Gov. Nikki Haley is hopeful her 10-day trip to India, the world’s second-most populous nation, will bring jobs and tourists to South Carolina.
“Without question, I know that we will be closing jobs over the next several months,” Haley said Wednesday, speaking by phone from Mumbai. “This is, certainly, a trip where I know we’re going to produce.”
Haley did not offer any specific recruitment targets. The Republican governor said she is working on wooing pharmaceutical and agriculture firms and manufacturers that see opportunities to invest in the United States.
“We’re trying to turn them to South Carolina, and they like what they hearing,” said Haley, who declined to identify specific industrial prospects. “You will see some delegations coming from India to South Carolina to not only see what we’re doing on the business side ... but also on the tourism side.”
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Haley and Duane Parrish, director of the S.C. Department of Parks, Recreation and Tourism, have worked to lure Indian visitors while on the trip. The pair spoke to more than 40 reporters about tourism.
“The Indian community knows a lot about the big cities,” Haley said. “They know about New York. They know about Chicago.”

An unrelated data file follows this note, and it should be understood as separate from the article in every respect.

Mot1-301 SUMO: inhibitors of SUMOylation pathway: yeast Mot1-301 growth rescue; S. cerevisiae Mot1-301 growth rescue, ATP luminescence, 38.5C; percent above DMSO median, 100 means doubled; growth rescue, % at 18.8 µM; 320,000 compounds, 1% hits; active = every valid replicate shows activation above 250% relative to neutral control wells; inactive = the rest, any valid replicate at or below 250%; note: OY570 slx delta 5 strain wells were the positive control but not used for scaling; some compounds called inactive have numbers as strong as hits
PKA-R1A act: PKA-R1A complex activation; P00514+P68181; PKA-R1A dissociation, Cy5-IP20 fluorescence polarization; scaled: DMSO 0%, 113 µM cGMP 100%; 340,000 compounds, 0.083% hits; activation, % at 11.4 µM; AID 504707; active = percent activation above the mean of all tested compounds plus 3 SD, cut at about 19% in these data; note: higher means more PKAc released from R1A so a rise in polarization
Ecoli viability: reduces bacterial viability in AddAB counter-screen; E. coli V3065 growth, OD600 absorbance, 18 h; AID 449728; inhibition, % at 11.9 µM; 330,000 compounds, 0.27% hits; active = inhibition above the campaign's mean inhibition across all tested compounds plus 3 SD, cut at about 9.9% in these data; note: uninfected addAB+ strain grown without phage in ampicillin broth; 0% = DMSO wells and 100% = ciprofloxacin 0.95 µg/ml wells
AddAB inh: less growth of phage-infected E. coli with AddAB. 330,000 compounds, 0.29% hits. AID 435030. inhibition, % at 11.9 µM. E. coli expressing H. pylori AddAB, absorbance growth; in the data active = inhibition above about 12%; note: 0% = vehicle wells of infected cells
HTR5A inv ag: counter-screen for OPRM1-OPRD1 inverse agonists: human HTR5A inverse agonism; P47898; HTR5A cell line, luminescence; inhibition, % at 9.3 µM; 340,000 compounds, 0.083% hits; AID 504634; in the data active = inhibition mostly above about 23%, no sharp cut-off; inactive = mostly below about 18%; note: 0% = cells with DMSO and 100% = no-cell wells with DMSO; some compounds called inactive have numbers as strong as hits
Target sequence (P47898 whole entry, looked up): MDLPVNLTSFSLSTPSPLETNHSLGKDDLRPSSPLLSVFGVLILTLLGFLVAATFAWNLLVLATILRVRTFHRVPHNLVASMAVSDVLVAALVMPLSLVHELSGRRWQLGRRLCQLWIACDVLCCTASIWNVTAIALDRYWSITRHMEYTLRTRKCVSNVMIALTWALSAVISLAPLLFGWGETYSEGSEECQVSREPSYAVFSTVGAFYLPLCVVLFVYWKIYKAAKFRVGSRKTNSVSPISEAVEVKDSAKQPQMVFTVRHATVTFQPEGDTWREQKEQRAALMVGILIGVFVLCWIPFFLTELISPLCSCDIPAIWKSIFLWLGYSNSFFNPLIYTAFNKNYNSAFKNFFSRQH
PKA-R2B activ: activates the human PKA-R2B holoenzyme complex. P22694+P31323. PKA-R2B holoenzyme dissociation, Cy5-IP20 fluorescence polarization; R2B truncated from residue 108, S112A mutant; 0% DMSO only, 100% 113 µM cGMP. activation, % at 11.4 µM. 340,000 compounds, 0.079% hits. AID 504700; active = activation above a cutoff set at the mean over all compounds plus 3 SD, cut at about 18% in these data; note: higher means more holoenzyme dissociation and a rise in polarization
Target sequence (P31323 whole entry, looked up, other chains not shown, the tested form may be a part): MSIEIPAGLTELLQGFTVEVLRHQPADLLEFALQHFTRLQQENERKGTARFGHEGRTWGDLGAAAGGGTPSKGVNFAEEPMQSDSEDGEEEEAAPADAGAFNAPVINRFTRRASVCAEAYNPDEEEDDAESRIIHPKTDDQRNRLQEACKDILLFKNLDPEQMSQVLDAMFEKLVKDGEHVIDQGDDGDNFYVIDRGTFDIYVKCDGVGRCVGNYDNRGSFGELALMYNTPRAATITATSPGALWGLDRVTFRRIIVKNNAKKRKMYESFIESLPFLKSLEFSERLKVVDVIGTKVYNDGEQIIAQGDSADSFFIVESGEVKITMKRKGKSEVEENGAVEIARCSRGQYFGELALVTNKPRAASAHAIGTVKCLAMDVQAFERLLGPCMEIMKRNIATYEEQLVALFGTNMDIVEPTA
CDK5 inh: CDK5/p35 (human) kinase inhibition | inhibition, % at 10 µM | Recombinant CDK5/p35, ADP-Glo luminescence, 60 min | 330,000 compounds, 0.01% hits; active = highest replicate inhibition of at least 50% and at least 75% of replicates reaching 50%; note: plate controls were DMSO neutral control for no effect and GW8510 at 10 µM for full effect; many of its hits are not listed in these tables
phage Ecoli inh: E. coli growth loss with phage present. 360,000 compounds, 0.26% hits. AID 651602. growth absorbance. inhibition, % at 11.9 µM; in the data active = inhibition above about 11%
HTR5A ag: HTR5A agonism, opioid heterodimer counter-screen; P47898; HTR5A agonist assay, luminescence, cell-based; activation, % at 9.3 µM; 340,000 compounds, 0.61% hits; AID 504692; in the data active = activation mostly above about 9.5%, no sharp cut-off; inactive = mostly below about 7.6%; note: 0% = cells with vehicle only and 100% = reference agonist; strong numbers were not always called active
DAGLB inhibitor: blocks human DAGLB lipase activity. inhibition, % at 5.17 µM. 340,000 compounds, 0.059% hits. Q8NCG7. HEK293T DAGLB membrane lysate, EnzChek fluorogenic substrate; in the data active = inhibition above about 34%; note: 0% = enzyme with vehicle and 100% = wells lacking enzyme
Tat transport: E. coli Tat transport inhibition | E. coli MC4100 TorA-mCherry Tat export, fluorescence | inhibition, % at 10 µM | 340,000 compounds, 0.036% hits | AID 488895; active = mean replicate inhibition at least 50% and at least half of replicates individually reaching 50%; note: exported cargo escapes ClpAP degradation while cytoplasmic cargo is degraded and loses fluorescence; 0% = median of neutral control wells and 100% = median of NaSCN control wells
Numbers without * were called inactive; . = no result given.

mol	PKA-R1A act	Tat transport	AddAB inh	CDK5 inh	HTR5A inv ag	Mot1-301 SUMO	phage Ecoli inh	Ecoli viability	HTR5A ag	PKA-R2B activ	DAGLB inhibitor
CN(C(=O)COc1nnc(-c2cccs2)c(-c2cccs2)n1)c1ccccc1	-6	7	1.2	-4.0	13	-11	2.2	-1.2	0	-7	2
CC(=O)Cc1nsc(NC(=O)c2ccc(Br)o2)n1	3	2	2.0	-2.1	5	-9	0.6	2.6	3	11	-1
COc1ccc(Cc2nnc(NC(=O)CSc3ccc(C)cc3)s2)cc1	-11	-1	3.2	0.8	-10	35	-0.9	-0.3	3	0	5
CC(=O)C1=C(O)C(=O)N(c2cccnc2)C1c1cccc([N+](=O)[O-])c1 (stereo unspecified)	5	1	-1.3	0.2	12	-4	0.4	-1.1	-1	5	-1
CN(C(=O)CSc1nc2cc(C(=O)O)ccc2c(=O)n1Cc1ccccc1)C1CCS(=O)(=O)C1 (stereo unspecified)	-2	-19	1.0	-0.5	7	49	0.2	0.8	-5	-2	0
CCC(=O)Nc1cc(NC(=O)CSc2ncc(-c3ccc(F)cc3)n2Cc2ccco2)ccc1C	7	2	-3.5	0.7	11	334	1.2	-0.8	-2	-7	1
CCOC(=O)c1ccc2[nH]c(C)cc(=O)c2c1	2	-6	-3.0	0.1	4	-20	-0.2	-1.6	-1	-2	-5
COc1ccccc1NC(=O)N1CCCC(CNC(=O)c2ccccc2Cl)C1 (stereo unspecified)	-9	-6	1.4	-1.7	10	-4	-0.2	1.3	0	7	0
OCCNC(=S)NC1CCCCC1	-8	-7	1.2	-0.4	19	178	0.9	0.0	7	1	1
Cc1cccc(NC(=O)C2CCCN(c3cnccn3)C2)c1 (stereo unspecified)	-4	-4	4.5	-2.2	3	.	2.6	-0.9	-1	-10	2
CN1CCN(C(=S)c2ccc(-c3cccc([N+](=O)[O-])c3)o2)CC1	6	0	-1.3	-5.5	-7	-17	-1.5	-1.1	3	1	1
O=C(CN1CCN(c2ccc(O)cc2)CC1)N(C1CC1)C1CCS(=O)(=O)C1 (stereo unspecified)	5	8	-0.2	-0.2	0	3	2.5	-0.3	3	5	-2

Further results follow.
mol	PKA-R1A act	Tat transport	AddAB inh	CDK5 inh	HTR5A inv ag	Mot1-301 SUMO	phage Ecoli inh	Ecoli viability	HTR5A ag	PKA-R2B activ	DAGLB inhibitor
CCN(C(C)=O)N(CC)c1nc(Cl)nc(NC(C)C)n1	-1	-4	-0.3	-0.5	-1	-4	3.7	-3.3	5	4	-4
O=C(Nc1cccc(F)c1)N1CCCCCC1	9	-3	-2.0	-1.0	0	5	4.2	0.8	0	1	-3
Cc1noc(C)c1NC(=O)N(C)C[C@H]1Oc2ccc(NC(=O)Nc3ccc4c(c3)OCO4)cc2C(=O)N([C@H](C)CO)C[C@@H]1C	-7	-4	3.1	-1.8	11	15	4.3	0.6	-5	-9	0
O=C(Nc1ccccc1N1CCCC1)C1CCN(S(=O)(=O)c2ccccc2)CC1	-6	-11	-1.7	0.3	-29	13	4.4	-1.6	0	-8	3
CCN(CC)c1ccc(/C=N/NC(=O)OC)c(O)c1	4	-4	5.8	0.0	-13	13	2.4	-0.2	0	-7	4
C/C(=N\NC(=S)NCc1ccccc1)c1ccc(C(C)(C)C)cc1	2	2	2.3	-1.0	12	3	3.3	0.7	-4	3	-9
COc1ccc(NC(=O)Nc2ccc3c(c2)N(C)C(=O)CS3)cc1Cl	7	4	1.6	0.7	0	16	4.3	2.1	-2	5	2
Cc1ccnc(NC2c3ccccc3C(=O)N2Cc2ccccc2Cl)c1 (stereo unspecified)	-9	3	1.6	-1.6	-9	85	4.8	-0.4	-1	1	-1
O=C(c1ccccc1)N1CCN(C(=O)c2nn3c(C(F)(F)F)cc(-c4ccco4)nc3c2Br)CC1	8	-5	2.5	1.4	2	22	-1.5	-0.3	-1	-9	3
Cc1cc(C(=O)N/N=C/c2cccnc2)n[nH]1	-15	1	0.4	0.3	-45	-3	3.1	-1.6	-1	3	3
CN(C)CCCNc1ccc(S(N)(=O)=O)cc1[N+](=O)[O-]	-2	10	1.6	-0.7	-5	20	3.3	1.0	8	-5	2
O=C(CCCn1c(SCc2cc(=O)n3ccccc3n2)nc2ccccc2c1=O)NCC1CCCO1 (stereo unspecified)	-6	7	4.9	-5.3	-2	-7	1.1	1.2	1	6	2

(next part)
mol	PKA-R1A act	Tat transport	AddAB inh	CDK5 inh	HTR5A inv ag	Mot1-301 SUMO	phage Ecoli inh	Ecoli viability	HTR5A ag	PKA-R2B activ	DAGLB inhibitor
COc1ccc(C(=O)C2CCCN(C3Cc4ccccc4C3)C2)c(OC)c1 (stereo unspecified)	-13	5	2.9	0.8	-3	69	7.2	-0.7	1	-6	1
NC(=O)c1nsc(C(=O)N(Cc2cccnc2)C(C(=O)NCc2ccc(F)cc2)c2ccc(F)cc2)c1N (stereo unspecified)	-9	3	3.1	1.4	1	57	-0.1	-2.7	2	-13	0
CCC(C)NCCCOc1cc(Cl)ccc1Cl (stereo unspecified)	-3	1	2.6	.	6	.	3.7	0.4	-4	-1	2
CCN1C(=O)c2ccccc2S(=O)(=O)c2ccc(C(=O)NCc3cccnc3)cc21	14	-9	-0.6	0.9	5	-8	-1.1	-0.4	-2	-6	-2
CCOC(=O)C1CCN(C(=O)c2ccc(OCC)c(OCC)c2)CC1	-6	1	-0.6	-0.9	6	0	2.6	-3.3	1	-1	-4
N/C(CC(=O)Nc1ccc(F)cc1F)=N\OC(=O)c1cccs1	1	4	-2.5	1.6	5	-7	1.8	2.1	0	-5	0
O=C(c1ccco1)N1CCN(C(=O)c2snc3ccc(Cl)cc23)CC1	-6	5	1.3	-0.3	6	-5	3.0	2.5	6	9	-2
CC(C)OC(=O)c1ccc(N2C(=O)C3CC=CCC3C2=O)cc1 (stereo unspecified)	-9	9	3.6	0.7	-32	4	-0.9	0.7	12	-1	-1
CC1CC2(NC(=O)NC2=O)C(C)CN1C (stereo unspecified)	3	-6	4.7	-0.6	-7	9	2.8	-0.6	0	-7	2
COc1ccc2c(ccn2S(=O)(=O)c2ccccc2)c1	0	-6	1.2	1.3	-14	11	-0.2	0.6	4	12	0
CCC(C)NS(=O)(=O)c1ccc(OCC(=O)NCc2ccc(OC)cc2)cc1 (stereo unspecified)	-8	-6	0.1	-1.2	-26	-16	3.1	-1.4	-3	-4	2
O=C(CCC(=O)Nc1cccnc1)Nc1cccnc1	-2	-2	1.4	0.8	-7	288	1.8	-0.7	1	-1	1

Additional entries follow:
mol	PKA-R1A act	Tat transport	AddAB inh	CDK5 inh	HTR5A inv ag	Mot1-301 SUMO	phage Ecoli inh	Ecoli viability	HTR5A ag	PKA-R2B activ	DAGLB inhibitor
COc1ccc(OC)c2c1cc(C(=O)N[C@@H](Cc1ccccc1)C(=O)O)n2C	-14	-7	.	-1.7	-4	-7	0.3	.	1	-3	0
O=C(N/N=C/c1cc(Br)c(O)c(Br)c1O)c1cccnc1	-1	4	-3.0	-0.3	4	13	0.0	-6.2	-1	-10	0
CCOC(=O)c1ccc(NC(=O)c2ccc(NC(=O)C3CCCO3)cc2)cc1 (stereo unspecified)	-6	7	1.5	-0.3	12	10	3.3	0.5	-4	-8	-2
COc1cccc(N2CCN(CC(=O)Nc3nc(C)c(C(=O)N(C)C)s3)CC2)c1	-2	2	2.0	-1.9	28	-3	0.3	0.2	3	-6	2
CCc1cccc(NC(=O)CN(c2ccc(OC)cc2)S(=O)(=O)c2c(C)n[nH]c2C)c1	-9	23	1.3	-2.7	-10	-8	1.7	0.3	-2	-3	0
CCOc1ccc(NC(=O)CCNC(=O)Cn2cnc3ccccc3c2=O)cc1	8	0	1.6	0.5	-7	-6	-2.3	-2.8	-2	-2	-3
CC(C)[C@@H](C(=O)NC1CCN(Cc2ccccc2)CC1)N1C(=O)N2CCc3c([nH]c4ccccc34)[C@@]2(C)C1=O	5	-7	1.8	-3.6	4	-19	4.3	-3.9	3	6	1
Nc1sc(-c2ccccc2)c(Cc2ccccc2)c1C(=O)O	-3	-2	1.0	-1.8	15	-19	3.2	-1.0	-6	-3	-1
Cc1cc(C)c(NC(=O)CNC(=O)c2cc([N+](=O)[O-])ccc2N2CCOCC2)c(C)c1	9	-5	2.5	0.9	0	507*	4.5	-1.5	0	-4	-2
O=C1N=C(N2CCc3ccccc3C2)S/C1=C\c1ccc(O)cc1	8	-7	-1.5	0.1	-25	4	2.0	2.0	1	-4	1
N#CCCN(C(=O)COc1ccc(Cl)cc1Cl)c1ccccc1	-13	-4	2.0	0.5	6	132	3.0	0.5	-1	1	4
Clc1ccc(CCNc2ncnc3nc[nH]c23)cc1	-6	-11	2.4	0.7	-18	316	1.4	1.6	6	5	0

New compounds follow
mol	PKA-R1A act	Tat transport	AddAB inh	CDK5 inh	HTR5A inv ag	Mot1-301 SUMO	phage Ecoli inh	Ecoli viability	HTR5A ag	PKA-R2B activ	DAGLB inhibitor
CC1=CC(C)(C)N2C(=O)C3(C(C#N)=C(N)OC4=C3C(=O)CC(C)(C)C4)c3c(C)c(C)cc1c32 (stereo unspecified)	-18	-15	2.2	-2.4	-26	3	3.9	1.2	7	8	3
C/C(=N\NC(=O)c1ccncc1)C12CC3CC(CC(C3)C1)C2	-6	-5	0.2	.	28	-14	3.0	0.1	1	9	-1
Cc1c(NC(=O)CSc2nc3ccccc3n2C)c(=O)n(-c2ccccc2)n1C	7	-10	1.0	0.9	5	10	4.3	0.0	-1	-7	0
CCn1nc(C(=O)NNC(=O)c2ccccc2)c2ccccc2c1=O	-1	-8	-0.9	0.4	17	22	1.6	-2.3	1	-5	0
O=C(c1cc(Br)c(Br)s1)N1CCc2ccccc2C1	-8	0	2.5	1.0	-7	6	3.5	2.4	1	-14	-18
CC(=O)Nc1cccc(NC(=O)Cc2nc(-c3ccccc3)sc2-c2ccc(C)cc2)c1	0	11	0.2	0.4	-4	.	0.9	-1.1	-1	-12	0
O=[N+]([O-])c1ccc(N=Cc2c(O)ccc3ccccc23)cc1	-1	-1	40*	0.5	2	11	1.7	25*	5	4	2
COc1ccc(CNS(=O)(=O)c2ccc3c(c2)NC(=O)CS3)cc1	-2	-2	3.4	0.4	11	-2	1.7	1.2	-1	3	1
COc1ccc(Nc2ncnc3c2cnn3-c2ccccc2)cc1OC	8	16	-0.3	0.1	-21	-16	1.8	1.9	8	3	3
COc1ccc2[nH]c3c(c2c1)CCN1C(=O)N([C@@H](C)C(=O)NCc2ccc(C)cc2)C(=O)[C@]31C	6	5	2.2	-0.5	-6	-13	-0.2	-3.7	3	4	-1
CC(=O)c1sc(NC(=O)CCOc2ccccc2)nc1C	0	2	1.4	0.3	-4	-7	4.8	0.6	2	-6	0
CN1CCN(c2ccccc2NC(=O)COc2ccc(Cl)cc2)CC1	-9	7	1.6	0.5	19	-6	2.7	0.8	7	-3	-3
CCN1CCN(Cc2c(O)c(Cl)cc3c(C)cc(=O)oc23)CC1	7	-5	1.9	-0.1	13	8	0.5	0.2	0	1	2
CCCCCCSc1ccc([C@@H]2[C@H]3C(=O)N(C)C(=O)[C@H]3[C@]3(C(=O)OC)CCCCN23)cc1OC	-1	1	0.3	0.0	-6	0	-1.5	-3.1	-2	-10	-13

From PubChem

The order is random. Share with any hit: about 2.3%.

But Haley said she and Parrish have pitched the Palmetto State’s golf courses and Charleston’s worldwide reputation to Indian chief executives. They also hope to attract large group tours.
In addition to business leaders, Haley has met with top Indian government officials in New Delhi, including the nation’s foreign minister.
“With (Indian) prime minister (Narendra) Modi, he’s gone in the direction of (being) very pro-business, reducing regulations, reducing taxes, focusing on training,” she said. “Everything that we’ve done and focused on in South Carolina, he’s now focusing on in India. We know those results work. If he continues to do that, this is going to be a country we want to do business in.”
Haley said she has no plans to open economic-development or tourism offices in India. Instead, she plans to reach agreements to get Indian business delegations to South Carolina after her trade mission ends this weekend.
The governor added she also sees opportunities for exchanges between major colleges in South Carolina and India.
Haley said officials have mentioned the University of South Carolina for its international business, pharmaceutical and information-technology programs and Clemson University for its automotive, agriculture and engineering research. She has visited three Indian colleges – Lovely Professional University, Guru Nanak Dev University and Rayat-Bahra University.
The India media has given Haley’s trip a lot of attention since her parents emigrated from the country in the late 1960s, eventually landing in Bamberg. The governor said that story is part of her economic-development work.
“Anytime we can do something where it will allow me to sell South Carolina ... we take them up on it,” Haley said.
Haley visited India’s Punjab state, the birthplace of her parents, last weekend for meetings with business and government leaders as well as visits to Sikh shrines and memorials. The 42-year-old governor last visited the India when she was a toddler.
“All I had were the memories of my parents, the stories that they told, the image I had created in my head of those stories,” she said, “So to come here was emotional and overwhelming, to now put the real pictures to that story.”